His greatest achievements outside the field of the sociology of the Jews were in that of settlement. Ruppin's work can be divided into four periods: in the first (1908–14) he laid the foundations for Zionist settlement; in the second (1914–18) he participated in the struggle to save the yishuv from destruction; in the third (1920–33) he took part in the systematic expansion of settlement in the cities and rural areas and of the country's economy, throughout political and economic crises; and in the last period (1933–42), when he was a recognized expert on the economy of the country and the sociology of the Jews, he filled a central role in the absorption of the Fifth Aliyah, which brought tens of thousands of immigrants from Germany and refugees from Nazi-occupied Europe, and in solving the problems that resulted from their migration. The greatest importance (in Ruppin's estimation as well) is placed upon the first period, in which he paved the way for the Zionist Organization's systematic settlement work, in cooperation with the pioneers of the Second Aliyah, who had begun to stream into the country in 1905. His activity saved from failure both the Zionist Organization and the members of the Second Aliyah, who were seeking the proper road and were without appropriate financial means, and laid the foundations for all that followed. His success brought about the recognition of the fact that the most important factor in settlement work was the settler and that the settler and the settlement agency must work together as equal partners in every enterprise. In this way Ruppin created the proper conditions for the pioneers' activities and transformed their enthusiasm into a driving force for the settlement of Ereẓ Israel.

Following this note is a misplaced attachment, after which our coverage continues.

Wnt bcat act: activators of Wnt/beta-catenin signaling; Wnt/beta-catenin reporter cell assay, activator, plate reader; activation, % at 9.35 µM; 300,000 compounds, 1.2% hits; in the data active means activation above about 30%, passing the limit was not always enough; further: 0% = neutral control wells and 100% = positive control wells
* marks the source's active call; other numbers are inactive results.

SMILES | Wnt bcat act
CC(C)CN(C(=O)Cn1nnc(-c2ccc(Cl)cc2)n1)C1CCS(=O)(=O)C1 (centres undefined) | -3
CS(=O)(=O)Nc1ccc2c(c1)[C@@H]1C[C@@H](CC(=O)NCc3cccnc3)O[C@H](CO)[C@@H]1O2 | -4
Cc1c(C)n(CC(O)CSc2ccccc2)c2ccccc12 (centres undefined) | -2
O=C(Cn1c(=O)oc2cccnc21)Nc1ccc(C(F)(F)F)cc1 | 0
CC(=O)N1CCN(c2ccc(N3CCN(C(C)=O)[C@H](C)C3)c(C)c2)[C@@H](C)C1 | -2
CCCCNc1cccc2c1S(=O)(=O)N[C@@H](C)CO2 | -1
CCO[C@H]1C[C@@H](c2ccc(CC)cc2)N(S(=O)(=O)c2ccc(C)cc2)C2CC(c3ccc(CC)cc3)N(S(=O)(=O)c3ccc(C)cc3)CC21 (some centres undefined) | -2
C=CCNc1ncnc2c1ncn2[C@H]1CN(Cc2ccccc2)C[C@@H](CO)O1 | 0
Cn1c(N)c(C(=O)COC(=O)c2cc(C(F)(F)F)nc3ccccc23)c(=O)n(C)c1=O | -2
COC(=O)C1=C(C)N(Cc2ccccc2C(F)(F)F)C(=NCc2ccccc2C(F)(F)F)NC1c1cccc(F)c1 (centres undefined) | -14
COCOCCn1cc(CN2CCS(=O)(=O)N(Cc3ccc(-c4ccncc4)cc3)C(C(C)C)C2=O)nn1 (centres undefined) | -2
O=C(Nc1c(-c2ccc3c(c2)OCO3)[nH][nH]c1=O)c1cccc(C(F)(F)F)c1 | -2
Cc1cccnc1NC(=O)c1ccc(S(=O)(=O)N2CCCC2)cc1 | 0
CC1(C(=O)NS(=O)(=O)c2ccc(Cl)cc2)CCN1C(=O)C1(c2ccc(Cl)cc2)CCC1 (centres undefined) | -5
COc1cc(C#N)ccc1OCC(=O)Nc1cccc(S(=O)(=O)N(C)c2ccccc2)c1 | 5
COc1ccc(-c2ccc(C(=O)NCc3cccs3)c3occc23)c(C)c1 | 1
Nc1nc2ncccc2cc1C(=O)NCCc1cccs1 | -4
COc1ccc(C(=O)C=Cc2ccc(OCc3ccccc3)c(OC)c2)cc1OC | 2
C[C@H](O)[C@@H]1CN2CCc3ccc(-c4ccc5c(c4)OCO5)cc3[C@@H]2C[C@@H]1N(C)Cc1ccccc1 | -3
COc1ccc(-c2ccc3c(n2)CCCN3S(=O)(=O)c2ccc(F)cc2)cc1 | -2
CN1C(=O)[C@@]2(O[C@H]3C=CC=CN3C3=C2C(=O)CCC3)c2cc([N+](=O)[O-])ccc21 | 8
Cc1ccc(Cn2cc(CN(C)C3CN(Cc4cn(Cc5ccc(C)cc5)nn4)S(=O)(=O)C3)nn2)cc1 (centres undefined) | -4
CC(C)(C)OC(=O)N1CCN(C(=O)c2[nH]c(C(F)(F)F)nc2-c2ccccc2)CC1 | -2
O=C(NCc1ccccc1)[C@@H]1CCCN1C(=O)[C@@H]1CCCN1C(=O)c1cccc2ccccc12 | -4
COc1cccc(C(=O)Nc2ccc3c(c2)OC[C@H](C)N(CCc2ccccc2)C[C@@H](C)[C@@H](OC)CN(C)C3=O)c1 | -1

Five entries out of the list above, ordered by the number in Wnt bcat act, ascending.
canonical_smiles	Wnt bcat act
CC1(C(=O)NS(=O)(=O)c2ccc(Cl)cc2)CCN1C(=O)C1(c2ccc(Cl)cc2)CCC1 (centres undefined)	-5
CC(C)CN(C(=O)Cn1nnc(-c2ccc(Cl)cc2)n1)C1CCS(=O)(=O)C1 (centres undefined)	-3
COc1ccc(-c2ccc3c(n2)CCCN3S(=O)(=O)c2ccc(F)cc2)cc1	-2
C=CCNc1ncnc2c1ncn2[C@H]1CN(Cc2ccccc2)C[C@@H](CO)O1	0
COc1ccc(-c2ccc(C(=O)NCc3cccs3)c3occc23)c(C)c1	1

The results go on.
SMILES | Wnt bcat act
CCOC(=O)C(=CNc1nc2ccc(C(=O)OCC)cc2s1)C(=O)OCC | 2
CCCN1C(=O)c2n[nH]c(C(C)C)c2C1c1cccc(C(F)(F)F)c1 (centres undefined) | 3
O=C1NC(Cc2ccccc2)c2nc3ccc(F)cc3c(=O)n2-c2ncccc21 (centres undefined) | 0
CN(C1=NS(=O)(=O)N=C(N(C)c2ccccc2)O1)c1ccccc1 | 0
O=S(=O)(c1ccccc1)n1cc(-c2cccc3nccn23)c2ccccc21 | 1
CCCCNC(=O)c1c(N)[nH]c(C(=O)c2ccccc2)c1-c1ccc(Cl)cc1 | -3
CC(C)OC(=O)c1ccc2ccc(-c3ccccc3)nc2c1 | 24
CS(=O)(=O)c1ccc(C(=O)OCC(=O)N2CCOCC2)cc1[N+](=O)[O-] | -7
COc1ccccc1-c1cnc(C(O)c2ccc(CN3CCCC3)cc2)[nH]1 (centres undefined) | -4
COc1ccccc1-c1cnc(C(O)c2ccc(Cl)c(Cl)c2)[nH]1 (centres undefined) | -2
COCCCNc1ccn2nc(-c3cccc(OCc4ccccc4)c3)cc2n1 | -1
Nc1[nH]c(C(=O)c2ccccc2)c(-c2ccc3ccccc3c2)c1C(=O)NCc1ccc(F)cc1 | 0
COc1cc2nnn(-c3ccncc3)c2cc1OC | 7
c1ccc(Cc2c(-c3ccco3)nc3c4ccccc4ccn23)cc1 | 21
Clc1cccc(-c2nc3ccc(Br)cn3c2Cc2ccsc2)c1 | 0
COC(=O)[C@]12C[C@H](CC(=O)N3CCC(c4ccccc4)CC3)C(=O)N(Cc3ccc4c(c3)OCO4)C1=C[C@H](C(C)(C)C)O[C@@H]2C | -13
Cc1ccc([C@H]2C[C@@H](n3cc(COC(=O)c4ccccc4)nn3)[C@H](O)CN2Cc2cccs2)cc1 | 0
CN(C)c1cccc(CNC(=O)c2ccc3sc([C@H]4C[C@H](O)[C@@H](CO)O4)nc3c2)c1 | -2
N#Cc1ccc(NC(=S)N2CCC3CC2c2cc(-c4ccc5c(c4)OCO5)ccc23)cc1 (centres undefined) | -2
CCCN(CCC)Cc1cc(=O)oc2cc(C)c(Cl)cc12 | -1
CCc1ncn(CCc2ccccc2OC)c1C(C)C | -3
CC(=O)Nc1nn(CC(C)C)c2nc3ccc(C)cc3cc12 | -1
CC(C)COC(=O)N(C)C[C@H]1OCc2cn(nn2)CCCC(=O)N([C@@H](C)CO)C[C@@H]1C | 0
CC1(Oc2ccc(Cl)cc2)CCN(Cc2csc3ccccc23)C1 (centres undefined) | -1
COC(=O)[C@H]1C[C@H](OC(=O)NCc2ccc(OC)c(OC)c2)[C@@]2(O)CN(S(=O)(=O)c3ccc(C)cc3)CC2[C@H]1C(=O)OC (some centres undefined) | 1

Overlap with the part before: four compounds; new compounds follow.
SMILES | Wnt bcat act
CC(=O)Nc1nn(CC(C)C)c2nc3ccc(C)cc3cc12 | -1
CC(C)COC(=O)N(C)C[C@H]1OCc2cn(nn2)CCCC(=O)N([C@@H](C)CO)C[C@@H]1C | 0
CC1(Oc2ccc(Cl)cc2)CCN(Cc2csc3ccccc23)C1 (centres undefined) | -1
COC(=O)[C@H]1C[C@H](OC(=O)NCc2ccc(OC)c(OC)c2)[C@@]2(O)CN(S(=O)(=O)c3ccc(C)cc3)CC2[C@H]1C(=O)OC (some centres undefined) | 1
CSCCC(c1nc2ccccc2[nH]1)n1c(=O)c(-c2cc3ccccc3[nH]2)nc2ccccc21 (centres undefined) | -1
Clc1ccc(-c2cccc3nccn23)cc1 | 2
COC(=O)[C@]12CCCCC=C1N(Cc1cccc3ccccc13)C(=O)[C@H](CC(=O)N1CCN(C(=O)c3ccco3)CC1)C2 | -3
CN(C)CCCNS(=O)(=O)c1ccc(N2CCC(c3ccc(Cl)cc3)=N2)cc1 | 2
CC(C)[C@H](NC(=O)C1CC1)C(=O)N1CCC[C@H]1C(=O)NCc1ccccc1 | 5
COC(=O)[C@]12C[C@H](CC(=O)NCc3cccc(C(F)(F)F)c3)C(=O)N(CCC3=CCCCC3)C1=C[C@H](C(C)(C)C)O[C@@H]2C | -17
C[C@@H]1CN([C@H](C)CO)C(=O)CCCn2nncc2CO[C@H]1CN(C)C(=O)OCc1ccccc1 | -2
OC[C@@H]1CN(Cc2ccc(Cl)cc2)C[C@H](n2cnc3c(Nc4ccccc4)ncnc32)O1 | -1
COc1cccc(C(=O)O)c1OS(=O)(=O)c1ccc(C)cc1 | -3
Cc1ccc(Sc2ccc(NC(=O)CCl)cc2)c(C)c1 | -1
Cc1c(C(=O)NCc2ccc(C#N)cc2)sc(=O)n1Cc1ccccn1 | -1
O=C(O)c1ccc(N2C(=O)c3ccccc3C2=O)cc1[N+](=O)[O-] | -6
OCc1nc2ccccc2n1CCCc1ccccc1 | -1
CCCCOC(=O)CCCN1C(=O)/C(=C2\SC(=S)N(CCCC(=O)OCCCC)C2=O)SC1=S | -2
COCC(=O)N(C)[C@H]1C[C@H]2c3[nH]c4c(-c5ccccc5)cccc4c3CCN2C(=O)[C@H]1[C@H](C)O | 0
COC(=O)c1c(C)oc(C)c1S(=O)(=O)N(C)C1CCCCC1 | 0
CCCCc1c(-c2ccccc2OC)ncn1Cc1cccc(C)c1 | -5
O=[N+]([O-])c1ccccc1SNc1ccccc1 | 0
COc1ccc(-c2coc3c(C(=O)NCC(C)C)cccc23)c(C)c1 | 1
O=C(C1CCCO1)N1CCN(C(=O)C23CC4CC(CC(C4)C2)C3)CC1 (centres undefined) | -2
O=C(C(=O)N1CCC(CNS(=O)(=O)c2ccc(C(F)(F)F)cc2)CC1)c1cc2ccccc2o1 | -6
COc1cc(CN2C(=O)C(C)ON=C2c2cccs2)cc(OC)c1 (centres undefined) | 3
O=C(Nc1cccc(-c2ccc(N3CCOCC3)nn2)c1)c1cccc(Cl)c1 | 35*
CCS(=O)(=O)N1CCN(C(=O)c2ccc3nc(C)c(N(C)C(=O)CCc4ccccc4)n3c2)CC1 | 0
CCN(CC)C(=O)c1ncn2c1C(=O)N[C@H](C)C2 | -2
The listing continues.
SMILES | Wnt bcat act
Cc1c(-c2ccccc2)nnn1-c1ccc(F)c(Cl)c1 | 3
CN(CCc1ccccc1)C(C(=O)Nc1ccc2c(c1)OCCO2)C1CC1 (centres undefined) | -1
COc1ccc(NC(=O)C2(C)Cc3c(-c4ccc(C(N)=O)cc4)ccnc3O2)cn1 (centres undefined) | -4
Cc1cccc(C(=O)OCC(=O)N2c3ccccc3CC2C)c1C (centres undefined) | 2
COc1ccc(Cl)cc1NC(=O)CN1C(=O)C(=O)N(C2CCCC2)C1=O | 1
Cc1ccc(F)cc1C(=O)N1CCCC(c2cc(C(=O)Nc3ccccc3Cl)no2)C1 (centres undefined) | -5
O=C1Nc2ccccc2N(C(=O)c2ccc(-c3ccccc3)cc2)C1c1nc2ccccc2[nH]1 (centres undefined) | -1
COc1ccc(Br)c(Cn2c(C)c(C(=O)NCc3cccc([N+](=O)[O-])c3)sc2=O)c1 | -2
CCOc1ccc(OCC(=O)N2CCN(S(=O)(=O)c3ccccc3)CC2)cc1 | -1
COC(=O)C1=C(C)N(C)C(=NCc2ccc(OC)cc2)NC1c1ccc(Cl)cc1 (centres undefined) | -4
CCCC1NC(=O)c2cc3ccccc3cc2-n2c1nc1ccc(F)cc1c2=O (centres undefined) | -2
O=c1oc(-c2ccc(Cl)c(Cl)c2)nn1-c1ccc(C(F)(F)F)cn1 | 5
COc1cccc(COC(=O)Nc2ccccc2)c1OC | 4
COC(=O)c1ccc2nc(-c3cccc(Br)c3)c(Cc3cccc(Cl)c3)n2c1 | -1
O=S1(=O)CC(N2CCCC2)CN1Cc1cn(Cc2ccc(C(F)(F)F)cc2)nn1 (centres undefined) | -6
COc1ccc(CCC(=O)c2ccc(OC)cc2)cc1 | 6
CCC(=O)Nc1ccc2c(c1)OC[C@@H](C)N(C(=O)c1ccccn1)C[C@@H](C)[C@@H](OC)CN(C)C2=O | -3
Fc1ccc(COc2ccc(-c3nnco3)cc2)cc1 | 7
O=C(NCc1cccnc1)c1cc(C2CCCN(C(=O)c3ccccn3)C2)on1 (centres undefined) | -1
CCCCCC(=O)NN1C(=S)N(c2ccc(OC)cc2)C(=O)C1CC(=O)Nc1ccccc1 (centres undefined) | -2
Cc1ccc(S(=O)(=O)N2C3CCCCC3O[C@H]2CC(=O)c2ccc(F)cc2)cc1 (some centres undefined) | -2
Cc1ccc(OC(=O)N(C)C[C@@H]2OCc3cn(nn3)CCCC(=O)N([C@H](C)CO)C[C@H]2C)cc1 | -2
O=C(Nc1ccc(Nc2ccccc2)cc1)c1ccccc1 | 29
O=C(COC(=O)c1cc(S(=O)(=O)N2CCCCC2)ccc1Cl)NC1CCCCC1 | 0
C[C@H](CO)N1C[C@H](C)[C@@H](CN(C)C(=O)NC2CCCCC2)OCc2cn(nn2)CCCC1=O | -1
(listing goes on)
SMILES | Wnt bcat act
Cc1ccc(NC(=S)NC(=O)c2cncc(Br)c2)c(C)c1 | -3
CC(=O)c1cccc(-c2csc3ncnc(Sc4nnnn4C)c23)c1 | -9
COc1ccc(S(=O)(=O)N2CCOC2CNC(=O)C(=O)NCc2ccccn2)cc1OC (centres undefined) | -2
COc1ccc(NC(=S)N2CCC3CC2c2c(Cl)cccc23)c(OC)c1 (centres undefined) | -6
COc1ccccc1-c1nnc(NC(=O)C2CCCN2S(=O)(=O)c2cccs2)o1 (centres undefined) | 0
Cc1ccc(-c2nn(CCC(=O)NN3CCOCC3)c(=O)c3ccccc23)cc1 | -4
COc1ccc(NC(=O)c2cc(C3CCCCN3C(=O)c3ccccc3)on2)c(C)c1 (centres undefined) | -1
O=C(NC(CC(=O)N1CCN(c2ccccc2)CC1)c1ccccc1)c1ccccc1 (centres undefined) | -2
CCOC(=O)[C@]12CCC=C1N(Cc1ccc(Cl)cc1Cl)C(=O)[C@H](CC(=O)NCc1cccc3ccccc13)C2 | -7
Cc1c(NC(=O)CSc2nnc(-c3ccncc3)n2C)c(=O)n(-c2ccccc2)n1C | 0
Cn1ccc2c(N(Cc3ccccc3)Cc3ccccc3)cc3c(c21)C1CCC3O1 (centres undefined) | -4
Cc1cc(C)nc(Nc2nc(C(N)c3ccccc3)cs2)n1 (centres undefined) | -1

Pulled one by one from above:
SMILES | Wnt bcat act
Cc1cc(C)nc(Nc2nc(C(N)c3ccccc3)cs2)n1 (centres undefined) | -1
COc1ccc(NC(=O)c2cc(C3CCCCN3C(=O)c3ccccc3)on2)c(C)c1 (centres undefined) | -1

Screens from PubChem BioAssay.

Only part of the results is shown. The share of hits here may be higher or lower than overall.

This basic outlook also aided in the creation of new forms of settlements – the kevuẓah and the kibbutz, the moshav ovedim, and the moshav shittufi, middle-class villages, etc. (see *Israel, State of: Settlement) – and defended them against all their opponents. From the outset of his work, Ruppin aspired to purchase contiguous tracts of land for agricultural settlement and to create a self-governing population. He encouraged and enabled the acquisition of large tracts of land in the Jezreel Valley (on behalf of the Palestine Land Development Corporation, which he established in 1908, and the *Jewish National Fund) and in other regions. He was also instrumental in the establishment of Tel Aviv and the purchase of land in Haifa on Mount Carmel and its slopes (Hadar ha-Karmel) and from the Greek Patriarch in Jerusalem (on which Reḥavyah and other quarters were established). He was very concerned with the problem of Arab-Jewish cooperation, and in order to study this problem and its consequences, together with a small group of men, he established *Berit Shalom in 1925 and headed it until 1929, working for the establishment of a binational state in Palestine. In view of the Arab riots and uprisings in 1929, 1936, and thereafter, however, he came to the conclusion that the time was not yet ripe for fruitful Arab-Jewish negotiations, in which each nation would receive its due. He therefore believed it necessary to strengthen the Jewish position in the country economically and politically in order to create a situation in which both sides would be willing to cooperate to their mutual benefit.
His collection of essays, Three Decades of Palestine, was published in English in 1936. His autobiography in Hebrew, Pirkei Ḥayyai, edited by A. Bein, appeared posthumously (3 vols., 1968, 1970). Memoirs, Diaries, Letters appeared in English in 1971. Kefar Ruppin in the Beth-Shean Valley, an agricultural school in Emek Ḥefer, and a botanical garden in Deganyah Alef are named after him.
A. Bein, Return to the Soil (1952), index; B. Blau, in: hj, 11 (1949), 145–62, passim; A. Ruppin, Pirkei Ḥayyai, 1 (1968), 9–31, introd. by B. Katznelson; A. Bein, Biographical Essay, 3 (1968), 353–93.